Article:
Males that give birth, females that perform romantic dances, and pairs of seahorses that form life-long relationships are some of the facts that visitors will discover at a new show in London.
The exhibition at ZSL London Zoo features the latest technology, allowing its team of aquarists to continue their breeding projects for these rapidly declining species.
The zoo has bred hundreds of seahorses in the past four years, with more than 300 individuals moving on to join other breeding groups across Europe.
With eight bespoke tanks, Seahorses will show visitors the various stages of the seahorse lifecycle, with special curved tanks for the fry, the seahorse babies.
ZSL's team of presenters will be revealing Seahorse Secrets every day during half term, with a daily talk about these remarkable creatures, including what seahorses have in common with monkeys and chameleons.
Facing habitat loss due to fishing and trawling in the wild, seahorses are increasingly threatened and breeding programmes are important.
Seahorses are notoriously difficult to rear in captivity. Using new techniques and equipment, Sam Guillaume and the London Zoo team have managed to breed 918 threatened short-snouted seahorses, which are all at ZSL's Aquarium.
"I first began work to breed our seahorses a year ago, which was quite a daunting task because they're so fragile to work with," said Guillaume.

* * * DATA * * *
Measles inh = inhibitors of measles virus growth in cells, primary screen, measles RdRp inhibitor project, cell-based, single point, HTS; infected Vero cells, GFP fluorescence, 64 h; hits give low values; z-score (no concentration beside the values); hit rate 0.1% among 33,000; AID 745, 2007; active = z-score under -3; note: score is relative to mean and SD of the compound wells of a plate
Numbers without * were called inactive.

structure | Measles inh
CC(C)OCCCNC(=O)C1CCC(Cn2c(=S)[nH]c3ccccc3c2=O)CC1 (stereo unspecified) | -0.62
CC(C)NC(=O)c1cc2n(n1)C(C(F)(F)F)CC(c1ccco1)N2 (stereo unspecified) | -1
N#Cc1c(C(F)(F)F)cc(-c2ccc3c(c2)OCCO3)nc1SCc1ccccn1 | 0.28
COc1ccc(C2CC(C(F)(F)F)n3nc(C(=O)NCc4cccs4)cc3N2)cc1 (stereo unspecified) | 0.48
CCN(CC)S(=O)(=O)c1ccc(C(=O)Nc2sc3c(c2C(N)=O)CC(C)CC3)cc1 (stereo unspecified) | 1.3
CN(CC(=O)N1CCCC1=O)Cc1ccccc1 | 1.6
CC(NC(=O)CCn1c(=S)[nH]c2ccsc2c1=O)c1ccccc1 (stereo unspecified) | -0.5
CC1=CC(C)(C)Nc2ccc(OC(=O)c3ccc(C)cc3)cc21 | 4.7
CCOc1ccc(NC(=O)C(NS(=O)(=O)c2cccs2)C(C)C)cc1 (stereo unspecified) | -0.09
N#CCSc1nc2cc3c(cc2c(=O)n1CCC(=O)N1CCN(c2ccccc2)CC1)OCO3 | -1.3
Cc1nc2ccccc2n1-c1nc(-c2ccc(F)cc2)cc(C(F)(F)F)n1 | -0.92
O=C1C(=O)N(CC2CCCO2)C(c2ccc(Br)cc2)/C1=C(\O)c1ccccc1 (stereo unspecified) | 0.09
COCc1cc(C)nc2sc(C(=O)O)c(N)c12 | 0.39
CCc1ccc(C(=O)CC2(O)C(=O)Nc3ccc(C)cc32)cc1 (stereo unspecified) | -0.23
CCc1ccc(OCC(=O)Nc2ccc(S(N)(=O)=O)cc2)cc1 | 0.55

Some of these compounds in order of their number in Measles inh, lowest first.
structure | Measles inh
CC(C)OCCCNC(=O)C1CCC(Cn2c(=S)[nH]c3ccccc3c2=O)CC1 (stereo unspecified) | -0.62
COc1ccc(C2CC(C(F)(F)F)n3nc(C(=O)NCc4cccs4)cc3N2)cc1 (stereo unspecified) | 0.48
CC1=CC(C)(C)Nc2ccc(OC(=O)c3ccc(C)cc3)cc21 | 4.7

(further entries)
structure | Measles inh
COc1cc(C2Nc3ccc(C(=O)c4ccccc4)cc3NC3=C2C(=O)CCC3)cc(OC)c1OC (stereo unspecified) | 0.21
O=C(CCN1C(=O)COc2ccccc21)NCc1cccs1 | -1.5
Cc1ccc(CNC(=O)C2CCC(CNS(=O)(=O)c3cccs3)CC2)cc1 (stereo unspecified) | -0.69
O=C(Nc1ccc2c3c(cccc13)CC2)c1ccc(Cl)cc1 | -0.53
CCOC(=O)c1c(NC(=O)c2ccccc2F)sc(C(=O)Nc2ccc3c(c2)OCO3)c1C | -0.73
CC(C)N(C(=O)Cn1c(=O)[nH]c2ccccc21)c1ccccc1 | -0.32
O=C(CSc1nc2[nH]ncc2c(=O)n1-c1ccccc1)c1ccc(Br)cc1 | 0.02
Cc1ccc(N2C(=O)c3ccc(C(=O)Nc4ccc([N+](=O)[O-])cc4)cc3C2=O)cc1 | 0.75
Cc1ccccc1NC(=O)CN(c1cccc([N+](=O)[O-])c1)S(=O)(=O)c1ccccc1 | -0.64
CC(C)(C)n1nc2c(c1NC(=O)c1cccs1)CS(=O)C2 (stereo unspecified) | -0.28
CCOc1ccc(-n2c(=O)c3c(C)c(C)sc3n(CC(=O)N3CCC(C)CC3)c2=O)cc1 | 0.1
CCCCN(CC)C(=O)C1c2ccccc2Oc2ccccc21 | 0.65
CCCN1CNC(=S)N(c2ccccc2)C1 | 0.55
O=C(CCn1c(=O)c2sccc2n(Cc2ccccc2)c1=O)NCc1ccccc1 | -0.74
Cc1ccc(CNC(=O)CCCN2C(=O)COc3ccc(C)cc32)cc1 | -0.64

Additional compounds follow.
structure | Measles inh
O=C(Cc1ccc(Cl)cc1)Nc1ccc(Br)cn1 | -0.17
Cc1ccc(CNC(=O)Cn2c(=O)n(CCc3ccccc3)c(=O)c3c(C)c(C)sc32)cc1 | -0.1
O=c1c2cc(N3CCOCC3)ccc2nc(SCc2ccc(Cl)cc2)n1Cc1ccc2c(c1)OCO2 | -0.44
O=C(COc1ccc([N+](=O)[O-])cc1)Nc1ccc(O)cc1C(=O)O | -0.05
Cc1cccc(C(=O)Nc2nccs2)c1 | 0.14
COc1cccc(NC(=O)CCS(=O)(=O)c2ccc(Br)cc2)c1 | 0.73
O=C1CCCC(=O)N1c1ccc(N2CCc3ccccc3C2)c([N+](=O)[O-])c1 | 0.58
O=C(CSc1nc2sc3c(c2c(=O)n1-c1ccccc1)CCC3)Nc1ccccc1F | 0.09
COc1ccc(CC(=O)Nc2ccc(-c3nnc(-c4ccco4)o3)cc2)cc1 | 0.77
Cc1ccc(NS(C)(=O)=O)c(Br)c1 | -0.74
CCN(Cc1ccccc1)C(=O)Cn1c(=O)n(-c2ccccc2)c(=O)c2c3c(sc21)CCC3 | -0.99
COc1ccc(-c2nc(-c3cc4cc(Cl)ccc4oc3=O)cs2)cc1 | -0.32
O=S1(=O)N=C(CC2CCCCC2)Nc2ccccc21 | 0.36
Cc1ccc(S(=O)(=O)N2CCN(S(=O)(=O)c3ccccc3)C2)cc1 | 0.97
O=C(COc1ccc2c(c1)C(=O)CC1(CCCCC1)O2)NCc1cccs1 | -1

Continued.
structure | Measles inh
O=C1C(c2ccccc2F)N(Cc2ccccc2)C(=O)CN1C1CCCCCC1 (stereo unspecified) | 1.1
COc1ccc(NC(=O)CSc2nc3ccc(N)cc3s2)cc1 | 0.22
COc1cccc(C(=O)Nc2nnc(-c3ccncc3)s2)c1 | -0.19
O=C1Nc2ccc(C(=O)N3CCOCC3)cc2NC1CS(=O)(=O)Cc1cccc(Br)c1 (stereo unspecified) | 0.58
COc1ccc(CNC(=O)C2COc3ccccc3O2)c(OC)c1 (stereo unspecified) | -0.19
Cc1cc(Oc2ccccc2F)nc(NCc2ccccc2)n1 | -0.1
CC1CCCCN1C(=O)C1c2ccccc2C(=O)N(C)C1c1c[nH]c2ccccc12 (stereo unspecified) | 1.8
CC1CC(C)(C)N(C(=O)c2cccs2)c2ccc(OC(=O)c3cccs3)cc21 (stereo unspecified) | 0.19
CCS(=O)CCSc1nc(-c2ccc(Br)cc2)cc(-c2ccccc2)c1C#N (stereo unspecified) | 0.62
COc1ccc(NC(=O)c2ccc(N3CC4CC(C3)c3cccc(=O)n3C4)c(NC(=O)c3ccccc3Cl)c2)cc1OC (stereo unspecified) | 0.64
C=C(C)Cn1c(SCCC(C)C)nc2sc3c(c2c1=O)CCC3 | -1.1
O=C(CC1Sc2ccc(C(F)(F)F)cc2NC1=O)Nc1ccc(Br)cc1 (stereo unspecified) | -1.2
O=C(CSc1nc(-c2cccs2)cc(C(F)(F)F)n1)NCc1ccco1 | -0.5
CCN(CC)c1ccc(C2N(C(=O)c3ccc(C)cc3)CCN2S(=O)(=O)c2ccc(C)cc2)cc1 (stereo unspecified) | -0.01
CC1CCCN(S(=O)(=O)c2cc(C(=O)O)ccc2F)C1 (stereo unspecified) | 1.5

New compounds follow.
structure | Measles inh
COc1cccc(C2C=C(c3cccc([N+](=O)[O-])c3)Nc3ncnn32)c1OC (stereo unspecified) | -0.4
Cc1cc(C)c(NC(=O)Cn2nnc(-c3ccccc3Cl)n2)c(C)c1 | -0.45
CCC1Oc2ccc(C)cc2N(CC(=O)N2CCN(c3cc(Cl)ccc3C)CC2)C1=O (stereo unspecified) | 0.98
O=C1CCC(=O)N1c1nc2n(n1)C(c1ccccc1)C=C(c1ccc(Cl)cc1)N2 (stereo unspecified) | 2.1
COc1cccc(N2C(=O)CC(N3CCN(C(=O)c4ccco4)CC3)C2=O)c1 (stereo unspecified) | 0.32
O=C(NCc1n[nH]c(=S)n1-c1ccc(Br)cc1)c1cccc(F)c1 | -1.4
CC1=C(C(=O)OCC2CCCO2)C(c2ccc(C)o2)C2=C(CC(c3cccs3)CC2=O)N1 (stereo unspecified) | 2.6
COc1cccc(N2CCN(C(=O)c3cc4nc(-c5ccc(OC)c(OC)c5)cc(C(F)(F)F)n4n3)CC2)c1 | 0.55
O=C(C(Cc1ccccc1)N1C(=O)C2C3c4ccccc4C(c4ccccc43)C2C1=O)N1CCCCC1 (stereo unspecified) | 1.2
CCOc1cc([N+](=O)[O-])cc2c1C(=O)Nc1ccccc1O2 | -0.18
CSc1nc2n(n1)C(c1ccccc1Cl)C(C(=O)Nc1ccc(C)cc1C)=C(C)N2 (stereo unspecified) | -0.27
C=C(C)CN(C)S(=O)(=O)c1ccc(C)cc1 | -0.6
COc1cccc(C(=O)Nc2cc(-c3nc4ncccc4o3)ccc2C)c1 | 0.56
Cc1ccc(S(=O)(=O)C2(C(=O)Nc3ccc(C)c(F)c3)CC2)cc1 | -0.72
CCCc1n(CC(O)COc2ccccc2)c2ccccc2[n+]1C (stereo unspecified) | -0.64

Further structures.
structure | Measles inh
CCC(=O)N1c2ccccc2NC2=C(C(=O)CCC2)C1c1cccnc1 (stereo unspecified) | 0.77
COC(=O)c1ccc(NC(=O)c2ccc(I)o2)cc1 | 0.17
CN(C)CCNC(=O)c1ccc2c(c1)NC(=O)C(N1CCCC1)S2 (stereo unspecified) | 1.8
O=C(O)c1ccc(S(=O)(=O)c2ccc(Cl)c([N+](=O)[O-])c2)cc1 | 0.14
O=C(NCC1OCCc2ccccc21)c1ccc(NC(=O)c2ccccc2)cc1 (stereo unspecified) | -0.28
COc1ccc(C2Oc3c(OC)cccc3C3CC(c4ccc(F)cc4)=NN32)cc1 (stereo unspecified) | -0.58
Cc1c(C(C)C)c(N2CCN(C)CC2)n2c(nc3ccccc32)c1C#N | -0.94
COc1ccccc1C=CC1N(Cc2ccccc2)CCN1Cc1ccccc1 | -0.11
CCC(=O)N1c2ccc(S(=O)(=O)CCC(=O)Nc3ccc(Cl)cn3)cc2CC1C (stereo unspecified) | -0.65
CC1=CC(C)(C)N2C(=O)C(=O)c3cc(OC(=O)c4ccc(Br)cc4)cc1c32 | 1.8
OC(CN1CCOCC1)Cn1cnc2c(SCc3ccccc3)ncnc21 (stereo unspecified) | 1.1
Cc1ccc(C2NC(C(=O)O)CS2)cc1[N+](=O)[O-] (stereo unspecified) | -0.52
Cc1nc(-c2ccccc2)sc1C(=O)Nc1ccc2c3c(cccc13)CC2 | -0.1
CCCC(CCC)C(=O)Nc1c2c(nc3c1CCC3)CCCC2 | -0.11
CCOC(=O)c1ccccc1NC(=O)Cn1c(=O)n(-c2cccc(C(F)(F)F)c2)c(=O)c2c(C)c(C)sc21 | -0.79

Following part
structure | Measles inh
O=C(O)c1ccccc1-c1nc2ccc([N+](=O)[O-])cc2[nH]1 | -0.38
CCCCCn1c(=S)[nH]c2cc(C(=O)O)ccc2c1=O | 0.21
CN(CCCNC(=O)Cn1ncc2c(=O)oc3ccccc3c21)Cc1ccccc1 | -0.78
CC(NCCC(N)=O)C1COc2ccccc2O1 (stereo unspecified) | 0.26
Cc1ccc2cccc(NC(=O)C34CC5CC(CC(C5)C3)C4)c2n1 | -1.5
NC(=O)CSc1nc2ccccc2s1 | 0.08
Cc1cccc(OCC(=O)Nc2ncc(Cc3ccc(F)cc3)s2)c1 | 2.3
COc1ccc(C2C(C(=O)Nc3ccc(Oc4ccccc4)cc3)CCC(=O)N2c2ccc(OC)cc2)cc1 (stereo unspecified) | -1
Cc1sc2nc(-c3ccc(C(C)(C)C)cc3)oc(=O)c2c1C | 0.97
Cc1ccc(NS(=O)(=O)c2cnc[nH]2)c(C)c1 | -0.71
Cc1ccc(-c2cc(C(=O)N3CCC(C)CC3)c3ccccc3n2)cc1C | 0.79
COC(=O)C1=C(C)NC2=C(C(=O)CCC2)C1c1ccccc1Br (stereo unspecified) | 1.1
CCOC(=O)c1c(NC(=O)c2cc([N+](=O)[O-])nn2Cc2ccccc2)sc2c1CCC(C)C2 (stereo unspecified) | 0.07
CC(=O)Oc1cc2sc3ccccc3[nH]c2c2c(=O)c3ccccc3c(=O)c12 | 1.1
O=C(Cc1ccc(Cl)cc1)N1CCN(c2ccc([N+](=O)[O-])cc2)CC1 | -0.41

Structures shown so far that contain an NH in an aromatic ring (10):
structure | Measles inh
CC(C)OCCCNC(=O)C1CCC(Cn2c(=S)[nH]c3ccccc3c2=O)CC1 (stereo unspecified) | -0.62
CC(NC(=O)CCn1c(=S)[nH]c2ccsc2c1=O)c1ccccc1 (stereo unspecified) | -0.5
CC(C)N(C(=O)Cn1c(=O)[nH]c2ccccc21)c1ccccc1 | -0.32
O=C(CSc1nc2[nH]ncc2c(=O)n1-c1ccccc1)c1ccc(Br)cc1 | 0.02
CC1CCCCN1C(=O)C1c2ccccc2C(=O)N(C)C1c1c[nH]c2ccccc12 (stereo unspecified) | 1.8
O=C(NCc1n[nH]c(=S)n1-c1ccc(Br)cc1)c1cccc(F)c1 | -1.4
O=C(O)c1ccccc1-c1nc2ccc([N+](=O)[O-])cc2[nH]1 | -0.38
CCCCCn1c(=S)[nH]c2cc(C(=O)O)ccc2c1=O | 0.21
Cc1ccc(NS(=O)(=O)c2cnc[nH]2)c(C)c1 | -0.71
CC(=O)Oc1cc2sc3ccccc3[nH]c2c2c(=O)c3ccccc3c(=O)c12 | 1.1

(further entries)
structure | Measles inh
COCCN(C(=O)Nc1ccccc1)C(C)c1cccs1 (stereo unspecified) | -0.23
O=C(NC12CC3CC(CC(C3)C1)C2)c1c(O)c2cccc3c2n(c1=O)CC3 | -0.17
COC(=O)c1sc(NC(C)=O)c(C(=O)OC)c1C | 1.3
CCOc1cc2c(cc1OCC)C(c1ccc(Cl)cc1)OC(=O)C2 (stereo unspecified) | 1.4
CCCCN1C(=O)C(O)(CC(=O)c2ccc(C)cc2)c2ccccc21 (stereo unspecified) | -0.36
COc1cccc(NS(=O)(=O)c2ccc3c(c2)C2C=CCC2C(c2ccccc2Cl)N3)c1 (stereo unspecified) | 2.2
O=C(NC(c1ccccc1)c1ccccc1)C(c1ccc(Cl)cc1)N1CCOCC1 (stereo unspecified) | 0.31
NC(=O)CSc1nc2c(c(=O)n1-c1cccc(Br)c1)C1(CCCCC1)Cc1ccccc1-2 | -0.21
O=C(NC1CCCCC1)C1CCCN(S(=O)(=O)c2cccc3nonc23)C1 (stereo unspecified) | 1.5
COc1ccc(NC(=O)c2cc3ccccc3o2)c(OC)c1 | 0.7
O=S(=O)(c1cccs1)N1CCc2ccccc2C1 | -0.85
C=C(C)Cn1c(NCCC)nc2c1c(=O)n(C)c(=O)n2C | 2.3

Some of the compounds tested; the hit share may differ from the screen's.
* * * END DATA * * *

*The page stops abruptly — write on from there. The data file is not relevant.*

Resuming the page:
"Last year we managed to breed a batch of fry, but sadly none of them made it through to adulthood.
"This year marks the very first time we've managed to rear short-snouted seahorses to a stage where they're eating live food and I'm absolutely thrilled."
Guillaume attributes the team's success to the use of new feeding techniques and bio-orb tanks.
The shape of the tanks helps keep the seahorses in the water column and stops them from developing fatal amounts of gas in their gut.
Although they are bony fish, Seahorses are named for their equine appearance. They do not have scales but rather thin skin stretched over a series of bony plates.
Seahorses swim upright, another characteristic that is not shared by their close pipefish relatives, which swim horizontally. Razorfish are the only other fish that swim vertically like a seahorse.
Unusual among fish, seahorses have a flexible, well-defined neck. They also sport a coronet on the head, which is different for each individual.
Since they are poor swimmers, seahorses are most likely to be found resting with their prehensile tails wound around a stationary object. They have long snouts, which they use to suck up food, and eyes that can move independently of each other.
Can You Seahorses? runs at the ZSL London Zoo until 24 February.